Having flirted with 'moral capitalism' (whatever that means), Cameron said he was "sick" of "the snobbery that says business has no inherent moral worth like the state does".
It's been a bad year for big business - not generally in the bottom line: profit margins are doing reasonably well - but, as I told the Morning Star:
"Big business has been rightly pilloried of late for dodging taxes, paying excessive bonuses, rampant profiteering, and now exploiting the unemployed through workfare.By contrast, David Cameron called on "those of us who believe in markets, business and enterprise" to "fight this mood with all we've got."
"Cameron's speech is a reaction to the inevitable public distrust and growing anger with his government handing over our schools, welfare system and the NHS to big business.
"Activists should be proud that we have forced the government on the defensive - and keep up the pressure!"
Twitter and Facebook have proved effective at both naming and shaming abuses, and are in organising high street protests. Even the Daily Mail and Telegraph have published articles critical of mandatory forced labour.
Cameron's words mean we can expect a concerted onslaught from the governing parties and the old media - mostly reliant on corporate advertising or donations - to convince us that big corporations are rather benevolent institutions.
In Richard Murphy's The Courageous State there is a riposte to Mr Cameron: a 20-point charter setting out that "a good business":
- Makes clear who it is so people know who they are dealing with
- Makes clear who runs it
- Makes clear who owns it
- Makes clear the rules by which it is managed
- Puts its accounts on public record if it enjoys limited liability, and does so wherever it is incorporated whether required to by law or not
- Seeks to comply with all regulation that applies to it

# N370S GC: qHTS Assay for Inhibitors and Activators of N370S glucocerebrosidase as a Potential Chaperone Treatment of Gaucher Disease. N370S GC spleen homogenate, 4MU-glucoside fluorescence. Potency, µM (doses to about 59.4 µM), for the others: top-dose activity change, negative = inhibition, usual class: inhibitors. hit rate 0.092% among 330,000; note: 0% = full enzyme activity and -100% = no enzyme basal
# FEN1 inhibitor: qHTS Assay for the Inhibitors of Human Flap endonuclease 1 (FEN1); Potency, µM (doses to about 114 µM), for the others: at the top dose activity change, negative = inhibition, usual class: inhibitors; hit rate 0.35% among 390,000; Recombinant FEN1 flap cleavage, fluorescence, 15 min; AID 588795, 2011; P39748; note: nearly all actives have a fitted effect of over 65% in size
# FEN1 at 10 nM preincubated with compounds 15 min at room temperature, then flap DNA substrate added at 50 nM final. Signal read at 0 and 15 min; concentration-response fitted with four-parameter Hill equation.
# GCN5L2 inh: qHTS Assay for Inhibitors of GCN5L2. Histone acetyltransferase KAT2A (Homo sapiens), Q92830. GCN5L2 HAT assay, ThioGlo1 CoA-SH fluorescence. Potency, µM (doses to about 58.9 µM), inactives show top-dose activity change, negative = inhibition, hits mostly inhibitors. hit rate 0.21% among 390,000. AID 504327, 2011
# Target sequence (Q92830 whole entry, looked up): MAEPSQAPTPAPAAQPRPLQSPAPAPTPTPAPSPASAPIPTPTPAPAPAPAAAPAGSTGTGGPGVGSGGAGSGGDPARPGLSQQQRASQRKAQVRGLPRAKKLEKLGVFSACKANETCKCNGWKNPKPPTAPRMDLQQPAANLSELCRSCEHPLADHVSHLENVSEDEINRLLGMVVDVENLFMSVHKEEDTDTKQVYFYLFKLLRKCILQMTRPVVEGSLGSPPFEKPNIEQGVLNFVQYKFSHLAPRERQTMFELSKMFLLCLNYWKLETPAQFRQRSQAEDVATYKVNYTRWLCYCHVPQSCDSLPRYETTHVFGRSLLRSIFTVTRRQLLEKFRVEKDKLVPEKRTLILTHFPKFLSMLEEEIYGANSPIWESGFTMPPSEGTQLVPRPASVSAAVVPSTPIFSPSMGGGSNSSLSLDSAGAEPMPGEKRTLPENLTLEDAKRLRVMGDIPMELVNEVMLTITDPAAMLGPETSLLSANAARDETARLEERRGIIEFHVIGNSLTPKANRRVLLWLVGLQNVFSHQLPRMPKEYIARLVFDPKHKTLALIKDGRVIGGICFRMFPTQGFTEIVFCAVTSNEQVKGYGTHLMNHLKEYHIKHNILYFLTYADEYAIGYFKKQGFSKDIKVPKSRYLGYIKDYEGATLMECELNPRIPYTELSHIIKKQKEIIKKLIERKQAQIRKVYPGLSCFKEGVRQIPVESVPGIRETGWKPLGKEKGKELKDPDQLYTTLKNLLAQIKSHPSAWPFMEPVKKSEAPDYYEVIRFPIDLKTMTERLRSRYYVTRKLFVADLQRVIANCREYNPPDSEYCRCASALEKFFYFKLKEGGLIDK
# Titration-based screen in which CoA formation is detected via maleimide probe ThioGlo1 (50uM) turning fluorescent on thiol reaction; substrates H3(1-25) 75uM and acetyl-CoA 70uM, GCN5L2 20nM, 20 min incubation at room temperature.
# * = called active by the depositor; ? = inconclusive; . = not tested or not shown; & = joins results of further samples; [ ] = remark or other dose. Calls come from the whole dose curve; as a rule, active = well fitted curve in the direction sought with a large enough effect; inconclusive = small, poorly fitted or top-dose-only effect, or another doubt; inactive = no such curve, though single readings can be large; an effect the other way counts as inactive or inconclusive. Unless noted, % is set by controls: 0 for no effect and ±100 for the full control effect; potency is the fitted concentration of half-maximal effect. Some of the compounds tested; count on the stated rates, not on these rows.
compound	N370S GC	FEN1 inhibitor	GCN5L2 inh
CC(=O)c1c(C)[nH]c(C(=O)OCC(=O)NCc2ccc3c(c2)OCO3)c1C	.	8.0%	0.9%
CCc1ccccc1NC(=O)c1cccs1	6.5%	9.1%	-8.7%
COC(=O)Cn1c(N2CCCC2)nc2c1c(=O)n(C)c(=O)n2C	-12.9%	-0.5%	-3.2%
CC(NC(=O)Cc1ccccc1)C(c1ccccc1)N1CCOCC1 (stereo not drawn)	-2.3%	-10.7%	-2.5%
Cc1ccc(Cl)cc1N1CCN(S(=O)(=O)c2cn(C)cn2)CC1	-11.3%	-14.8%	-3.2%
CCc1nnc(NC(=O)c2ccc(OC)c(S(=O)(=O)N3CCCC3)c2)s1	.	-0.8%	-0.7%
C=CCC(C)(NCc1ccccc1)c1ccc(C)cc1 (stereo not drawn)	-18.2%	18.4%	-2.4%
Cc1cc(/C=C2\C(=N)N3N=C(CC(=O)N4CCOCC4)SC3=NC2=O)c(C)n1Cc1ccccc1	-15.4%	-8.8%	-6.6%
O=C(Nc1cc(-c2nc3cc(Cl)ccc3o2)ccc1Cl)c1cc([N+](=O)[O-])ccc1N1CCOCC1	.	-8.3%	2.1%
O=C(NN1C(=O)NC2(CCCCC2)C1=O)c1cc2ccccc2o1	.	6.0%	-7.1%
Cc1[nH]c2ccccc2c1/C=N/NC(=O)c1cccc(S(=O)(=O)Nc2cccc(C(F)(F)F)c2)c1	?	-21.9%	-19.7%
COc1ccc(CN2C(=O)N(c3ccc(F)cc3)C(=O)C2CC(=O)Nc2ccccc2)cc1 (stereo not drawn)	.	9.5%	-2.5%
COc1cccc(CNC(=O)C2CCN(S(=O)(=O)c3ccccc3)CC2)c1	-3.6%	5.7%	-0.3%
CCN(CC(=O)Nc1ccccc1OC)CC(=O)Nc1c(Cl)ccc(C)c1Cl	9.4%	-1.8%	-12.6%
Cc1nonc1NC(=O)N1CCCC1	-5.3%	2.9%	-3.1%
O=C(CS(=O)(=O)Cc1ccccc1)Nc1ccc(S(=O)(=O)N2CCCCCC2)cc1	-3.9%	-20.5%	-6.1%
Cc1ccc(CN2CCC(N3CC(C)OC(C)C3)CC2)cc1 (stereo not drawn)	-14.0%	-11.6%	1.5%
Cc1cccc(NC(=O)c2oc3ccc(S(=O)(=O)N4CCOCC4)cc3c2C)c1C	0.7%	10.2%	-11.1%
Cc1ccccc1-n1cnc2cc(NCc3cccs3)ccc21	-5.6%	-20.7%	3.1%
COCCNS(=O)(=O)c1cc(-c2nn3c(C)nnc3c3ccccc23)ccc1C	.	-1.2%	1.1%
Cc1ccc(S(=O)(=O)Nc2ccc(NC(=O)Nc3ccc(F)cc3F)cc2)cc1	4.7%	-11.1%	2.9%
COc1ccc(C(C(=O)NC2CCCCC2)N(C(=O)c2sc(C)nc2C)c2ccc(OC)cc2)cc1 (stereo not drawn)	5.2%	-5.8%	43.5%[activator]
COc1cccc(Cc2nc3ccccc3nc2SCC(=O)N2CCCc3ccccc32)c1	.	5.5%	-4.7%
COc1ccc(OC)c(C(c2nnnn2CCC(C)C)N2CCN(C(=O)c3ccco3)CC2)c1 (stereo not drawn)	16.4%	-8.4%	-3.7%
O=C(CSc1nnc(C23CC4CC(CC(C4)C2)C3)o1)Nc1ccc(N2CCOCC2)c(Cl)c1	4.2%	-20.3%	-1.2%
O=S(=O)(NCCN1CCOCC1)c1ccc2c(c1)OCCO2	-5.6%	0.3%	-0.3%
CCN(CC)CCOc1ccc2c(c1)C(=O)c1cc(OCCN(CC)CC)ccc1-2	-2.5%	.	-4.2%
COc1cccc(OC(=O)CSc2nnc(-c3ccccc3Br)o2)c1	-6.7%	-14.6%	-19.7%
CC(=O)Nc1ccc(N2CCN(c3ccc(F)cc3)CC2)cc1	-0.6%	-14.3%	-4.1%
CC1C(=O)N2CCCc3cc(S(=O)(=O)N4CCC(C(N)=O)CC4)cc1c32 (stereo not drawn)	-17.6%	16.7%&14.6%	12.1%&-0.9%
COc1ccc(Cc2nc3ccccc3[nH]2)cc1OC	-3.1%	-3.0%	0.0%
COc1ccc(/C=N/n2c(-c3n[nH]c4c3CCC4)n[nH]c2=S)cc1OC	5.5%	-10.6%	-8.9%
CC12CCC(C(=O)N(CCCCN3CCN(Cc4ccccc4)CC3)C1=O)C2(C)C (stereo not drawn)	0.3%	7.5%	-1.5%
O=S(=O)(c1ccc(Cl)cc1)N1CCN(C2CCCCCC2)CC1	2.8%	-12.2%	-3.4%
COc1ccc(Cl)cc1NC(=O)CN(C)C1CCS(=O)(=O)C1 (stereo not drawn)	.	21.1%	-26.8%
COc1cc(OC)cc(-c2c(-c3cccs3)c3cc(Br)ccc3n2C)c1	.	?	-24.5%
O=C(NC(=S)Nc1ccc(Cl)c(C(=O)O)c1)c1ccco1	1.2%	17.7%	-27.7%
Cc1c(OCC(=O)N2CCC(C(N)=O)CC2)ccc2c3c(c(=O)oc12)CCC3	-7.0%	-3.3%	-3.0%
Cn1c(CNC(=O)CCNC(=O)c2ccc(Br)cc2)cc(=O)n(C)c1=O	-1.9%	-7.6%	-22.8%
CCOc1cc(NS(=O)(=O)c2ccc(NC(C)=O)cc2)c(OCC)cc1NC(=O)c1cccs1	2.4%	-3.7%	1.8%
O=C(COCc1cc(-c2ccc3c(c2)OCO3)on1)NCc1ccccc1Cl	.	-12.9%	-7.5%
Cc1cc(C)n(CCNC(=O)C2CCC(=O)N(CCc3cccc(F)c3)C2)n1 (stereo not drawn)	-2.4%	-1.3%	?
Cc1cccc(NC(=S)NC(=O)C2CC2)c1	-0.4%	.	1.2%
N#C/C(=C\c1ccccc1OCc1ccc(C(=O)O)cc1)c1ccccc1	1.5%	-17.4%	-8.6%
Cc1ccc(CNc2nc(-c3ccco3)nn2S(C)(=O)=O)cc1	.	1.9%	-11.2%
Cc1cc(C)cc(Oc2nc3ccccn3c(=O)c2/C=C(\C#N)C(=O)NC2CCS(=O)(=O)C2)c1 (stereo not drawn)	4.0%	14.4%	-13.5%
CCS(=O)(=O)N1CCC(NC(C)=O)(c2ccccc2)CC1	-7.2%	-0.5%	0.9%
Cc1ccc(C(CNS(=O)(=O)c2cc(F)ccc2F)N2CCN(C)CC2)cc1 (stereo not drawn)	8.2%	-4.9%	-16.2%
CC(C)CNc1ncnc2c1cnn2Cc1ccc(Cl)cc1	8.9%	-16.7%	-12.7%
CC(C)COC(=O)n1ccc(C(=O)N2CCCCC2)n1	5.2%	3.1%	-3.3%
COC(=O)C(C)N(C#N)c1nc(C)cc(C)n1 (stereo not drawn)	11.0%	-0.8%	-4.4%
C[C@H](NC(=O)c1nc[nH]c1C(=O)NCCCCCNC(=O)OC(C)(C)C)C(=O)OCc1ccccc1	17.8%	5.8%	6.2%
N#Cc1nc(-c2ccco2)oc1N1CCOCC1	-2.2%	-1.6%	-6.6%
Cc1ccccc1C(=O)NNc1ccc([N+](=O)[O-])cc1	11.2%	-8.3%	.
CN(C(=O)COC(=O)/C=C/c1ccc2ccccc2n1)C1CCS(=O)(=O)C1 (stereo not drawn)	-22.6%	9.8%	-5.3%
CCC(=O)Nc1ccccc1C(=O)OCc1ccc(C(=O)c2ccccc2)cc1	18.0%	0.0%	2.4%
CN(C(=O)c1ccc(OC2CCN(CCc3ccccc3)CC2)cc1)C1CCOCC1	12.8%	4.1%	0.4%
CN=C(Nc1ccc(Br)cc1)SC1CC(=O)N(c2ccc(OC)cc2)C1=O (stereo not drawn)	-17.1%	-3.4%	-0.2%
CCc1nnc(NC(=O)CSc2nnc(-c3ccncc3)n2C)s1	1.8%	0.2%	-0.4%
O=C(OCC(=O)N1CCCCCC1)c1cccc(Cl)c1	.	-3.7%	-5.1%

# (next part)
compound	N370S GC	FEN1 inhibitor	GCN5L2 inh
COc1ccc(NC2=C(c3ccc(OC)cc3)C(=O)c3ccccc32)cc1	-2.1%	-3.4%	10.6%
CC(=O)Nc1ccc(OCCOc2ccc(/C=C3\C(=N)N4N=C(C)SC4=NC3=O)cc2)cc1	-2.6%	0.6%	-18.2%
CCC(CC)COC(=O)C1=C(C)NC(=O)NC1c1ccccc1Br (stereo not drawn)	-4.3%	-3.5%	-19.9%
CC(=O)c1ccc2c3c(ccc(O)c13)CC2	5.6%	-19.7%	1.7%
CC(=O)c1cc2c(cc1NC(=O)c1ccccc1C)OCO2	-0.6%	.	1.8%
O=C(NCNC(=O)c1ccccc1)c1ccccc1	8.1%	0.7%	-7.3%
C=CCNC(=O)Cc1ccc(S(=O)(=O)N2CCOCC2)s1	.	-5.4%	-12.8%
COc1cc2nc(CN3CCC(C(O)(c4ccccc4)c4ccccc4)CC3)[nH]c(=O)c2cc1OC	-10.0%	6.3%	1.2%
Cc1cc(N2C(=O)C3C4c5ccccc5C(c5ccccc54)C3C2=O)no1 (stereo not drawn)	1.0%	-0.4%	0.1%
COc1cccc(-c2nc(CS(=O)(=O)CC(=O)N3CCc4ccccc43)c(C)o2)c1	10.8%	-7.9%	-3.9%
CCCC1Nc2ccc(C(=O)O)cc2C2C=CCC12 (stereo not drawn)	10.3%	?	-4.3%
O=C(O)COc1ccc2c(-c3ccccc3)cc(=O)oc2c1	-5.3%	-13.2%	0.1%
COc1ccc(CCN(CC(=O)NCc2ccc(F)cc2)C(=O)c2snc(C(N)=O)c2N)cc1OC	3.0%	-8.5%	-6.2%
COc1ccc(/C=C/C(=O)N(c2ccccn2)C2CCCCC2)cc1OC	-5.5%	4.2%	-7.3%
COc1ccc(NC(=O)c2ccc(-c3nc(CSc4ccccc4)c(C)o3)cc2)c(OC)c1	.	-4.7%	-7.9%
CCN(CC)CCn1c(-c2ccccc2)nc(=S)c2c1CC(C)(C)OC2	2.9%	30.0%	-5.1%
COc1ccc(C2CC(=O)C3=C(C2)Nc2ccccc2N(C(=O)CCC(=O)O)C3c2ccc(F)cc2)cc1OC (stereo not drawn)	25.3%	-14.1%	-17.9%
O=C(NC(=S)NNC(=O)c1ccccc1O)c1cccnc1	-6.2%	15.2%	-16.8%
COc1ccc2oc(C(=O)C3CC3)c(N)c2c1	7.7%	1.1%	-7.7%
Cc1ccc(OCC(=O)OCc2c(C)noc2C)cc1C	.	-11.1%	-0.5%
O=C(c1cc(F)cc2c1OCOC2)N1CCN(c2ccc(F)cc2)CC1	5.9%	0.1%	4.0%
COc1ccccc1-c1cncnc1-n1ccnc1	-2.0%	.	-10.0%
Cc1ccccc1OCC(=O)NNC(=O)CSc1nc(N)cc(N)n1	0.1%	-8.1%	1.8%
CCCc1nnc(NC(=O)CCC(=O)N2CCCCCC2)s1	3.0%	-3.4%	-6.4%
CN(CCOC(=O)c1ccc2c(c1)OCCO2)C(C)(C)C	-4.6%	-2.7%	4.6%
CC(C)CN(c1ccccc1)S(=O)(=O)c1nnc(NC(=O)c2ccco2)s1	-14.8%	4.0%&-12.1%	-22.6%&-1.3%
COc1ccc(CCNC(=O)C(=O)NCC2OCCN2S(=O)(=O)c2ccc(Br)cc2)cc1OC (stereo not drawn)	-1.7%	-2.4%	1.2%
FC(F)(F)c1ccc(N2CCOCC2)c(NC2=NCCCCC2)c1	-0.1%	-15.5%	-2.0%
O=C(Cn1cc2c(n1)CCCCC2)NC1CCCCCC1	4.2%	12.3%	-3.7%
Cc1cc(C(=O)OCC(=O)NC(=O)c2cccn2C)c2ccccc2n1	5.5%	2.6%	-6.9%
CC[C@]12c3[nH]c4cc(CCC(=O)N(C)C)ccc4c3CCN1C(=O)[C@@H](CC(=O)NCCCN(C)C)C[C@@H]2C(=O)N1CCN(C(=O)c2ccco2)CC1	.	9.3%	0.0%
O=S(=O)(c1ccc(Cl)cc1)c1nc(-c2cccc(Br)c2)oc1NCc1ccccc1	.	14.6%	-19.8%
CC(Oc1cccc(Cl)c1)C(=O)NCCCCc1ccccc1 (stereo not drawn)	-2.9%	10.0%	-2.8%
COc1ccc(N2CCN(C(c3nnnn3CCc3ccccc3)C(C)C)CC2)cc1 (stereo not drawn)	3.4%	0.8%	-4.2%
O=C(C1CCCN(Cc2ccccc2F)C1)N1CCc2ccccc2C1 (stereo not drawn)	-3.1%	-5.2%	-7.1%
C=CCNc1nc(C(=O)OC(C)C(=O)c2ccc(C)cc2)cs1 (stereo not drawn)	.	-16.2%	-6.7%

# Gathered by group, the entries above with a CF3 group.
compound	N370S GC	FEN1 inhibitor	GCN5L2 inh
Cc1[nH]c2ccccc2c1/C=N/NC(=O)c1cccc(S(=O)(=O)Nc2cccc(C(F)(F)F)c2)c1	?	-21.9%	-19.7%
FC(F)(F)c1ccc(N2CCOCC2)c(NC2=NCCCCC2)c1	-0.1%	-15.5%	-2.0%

- Seeks to pay the right amount of tax due on the profits it makes in the place where they are really earned and at the time they really arise
- Seeks to pay a living wage or more to all who work for it
- Recognises trade union rights
- Operates a fair pay policy so that the pay differential between the highest and lowest paid in the company cannot exceed an agreed ratio that should never exceed twenty
- Makes fair pension provision for all employees
- Does not discriminate between employers on the basis of race, nationality, national origin, gender, sexual orientation, age, disability, and similar such issues
- Does not abuse the environment
- Has a clear code of ethics that it publishes and is seen to uphold
- Is transparent in its dealings with customers
- Seeks at all times to minimise risk to those it deals with and takes all steps to ensure they know what those risks are
- Accepts responsibility for its failings and remedies them
- Works in partnership with its suppliers and does not abuse them
- Advertises responsibly
- Creates and supplies products meeting real human need
Don't expect Cameron to be writing this charter into corporate law any time soon.
Update: Great Steve Bell cartoon ton today's Guardian